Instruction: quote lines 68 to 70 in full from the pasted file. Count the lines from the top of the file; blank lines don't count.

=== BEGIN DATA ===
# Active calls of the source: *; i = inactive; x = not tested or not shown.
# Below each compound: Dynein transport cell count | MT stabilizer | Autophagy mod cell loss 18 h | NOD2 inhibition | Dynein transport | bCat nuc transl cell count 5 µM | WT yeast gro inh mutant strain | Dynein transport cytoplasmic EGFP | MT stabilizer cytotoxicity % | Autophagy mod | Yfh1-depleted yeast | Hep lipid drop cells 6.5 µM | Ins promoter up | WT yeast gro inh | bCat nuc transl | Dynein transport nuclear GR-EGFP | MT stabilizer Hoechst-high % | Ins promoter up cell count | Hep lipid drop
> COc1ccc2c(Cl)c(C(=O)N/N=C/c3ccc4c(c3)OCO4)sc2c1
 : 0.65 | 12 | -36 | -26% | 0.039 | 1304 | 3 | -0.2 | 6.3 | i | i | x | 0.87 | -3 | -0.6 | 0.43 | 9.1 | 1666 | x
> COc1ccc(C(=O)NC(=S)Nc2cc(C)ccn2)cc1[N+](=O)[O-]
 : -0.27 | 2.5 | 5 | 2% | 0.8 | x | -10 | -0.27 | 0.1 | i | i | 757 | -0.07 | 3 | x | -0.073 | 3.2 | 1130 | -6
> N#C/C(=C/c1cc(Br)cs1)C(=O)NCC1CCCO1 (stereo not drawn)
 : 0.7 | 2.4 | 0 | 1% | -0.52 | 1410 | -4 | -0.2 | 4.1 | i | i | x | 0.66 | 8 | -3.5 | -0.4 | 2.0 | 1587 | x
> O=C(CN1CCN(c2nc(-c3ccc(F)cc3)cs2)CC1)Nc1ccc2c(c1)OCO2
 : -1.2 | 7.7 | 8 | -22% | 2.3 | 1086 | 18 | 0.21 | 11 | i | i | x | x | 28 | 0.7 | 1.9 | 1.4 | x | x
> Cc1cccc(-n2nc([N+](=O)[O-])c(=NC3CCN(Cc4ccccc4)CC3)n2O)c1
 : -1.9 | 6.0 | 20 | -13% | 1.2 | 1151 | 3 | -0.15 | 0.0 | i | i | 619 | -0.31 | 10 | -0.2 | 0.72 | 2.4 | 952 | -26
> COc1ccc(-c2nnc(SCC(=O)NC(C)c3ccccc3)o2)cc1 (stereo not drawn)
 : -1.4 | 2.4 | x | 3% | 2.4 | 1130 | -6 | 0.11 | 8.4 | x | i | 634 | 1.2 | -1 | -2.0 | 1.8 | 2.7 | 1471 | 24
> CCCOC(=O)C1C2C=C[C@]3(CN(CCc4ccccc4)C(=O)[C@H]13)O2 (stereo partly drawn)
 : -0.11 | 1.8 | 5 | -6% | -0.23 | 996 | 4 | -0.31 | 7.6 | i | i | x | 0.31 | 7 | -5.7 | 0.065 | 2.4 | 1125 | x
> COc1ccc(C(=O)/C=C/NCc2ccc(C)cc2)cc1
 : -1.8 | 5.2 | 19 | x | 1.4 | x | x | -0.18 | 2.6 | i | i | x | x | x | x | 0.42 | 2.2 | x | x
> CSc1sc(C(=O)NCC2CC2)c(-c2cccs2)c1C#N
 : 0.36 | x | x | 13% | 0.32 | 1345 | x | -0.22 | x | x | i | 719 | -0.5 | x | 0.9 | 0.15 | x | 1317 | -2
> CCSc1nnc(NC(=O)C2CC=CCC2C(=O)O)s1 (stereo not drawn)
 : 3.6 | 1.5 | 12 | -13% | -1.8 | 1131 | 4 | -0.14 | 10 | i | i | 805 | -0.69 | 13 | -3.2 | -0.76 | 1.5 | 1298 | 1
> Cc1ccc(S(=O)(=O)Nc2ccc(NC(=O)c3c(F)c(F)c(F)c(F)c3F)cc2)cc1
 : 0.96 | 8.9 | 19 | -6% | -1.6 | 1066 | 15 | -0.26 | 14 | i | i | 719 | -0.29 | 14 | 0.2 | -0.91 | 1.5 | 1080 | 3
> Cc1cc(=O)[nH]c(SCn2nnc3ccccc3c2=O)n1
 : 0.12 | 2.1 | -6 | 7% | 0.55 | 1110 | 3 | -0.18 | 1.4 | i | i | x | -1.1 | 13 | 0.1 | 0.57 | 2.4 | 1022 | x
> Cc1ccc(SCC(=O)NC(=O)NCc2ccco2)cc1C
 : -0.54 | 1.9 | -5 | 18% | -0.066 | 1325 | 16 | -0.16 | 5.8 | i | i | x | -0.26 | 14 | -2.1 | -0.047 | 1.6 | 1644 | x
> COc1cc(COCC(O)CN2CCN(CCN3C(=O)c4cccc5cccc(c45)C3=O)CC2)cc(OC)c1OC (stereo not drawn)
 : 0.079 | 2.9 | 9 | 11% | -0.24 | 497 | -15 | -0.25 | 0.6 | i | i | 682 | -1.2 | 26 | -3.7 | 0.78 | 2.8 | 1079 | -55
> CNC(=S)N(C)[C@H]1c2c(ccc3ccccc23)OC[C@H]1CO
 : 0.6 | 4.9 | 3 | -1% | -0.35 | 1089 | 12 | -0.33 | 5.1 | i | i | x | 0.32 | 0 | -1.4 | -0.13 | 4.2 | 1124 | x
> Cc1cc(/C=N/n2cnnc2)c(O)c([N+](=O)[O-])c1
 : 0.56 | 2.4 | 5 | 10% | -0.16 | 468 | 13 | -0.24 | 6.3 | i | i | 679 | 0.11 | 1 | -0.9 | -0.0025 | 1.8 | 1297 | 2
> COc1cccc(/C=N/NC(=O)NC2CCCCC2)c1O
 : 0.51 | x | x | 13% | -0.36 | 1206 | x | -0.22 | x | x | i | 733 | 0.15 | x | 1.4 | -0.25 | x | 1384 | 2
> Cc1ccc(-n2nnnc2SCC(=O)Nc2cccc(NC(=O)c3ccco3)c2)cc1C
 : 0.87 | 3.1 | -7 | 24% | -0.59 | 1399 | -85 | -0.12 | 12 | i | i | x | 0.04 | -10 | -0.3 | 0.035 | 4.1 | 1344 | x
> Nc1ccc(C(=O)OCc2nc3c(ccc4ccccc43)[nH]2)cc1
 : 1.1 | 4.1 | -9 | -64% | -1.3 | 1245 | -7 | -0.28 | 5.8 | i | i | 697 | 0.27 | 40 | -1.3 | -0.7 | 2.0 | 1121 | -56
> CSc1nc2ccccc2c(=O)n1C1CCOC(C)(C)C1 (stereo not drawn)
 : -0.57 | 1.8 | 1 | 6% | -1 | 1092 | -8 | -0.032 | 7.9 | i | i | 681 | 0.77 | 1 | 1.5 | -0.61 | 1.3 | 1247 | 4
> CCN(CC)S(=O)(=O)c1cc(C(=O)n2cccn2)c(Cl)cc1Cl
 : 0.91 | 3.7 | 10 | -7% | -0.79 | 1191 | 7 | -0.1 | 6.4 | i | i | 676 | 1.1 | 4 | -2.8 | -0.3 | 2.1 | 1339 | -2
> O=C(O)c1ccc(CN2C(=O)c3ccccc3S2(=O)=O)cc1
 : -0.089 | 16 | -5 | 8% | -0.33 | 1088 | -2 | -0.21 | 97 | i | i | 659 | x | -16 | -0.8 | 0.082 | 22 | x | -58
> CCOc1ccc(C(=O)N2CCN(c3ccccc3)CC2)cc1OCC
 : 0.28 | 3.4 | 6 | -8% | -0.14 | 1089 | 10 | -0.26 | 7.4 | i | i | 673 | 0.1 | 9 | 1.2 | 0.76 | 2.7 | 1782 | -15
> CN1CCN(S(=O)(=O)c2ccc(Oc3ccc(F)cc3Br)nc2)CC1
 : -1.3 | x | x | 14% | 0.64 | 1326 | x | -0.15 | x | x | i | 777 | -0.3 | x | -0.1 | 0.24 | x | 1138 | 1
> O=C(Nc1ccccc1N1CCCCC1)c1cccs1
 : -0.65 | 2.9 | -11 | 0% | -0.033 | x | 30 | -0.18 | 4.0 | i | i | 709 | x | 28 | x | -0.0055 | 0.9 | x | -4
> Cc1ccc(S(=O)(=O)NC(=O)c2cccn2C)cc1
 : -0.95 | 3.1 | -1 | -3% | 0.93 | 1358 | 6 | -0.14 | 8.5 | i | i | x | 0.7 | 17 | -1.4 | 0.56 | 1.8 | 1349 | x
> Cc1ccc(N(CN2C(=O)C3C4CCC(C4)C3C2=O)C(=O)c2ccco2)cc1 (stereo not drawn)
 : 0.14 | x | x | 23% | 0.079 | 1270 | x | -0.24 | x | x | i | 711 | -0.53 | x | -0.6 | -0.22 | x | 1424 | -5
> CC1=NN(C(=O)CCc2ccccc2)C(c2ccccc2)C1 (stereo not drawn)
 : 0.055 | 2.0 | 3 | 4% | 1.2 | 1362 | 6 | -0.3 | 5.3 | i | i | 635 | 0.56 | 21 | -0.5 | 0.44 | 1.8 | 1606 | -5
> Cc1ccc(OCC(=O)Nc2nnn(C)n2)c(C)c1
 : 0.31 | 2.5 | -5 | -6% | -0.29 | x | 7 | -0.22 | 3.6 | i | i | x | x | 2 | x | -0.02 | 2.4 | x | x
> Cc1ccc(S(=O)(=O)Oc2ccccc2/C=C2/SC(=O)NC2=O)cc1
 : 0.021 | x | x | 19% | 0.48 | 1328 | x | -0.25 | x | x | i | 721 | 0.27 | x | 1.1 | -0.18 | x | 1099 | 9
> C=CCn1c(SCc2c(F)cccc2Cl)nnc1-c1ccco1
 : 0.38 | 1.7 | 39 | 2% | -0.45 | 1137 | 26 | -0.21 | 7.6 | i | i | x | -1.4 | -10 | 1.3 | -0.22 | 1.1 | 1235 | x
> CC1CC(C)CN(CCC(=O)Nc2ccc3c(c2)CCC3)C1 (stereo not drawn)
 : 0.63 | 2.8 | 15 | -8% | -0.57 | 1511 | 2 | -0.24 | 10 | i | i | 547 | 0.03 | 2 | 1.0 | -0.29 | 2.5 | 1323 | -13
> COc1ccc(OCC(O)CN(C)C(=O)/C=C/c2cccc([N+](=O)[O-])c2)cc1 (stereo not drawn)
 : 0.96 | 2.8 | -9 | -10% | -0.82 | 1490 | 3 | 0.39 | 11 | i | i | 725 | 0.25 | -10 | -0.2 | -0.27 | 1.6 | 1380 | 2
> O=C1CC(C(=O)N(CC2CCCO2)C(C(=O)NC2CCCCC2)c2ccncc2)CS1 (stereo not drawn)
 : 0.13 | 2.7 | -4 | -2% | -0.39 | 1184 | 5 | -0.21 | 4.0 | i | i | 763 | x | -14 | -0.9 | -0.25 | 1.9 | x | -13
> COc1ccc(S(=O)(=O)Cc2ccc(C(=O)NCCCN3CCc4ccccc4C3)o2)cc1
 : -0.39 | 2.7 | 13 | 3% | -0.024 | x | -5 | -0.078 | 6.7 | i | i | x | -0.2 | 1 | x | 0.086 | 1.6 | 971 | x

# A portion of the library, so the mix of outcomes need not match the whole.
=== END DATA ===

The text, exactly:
 : 0.96 | 2.8 | -9 | -10% | -0.82 | 1490 | 3 | 0.39 | 11 | i | i | 725 | 0.25 | -10 | -0.2 | -0.27 | 1.6 | 1380 | 2
> O=C1CC(C(=O)N(CC2CCCO2)C(C(=O)NC2CCCCC2)c2ccncc2)CS1 (stereo not drawn)
 : 0.13 | 2.7 | -4 | -2% | -0.39 | 1184 | 5 | -0.21 | 4.0 | i | i | 763 | x | -14 | -0.9 | -0.25 | 1.9 | x | -13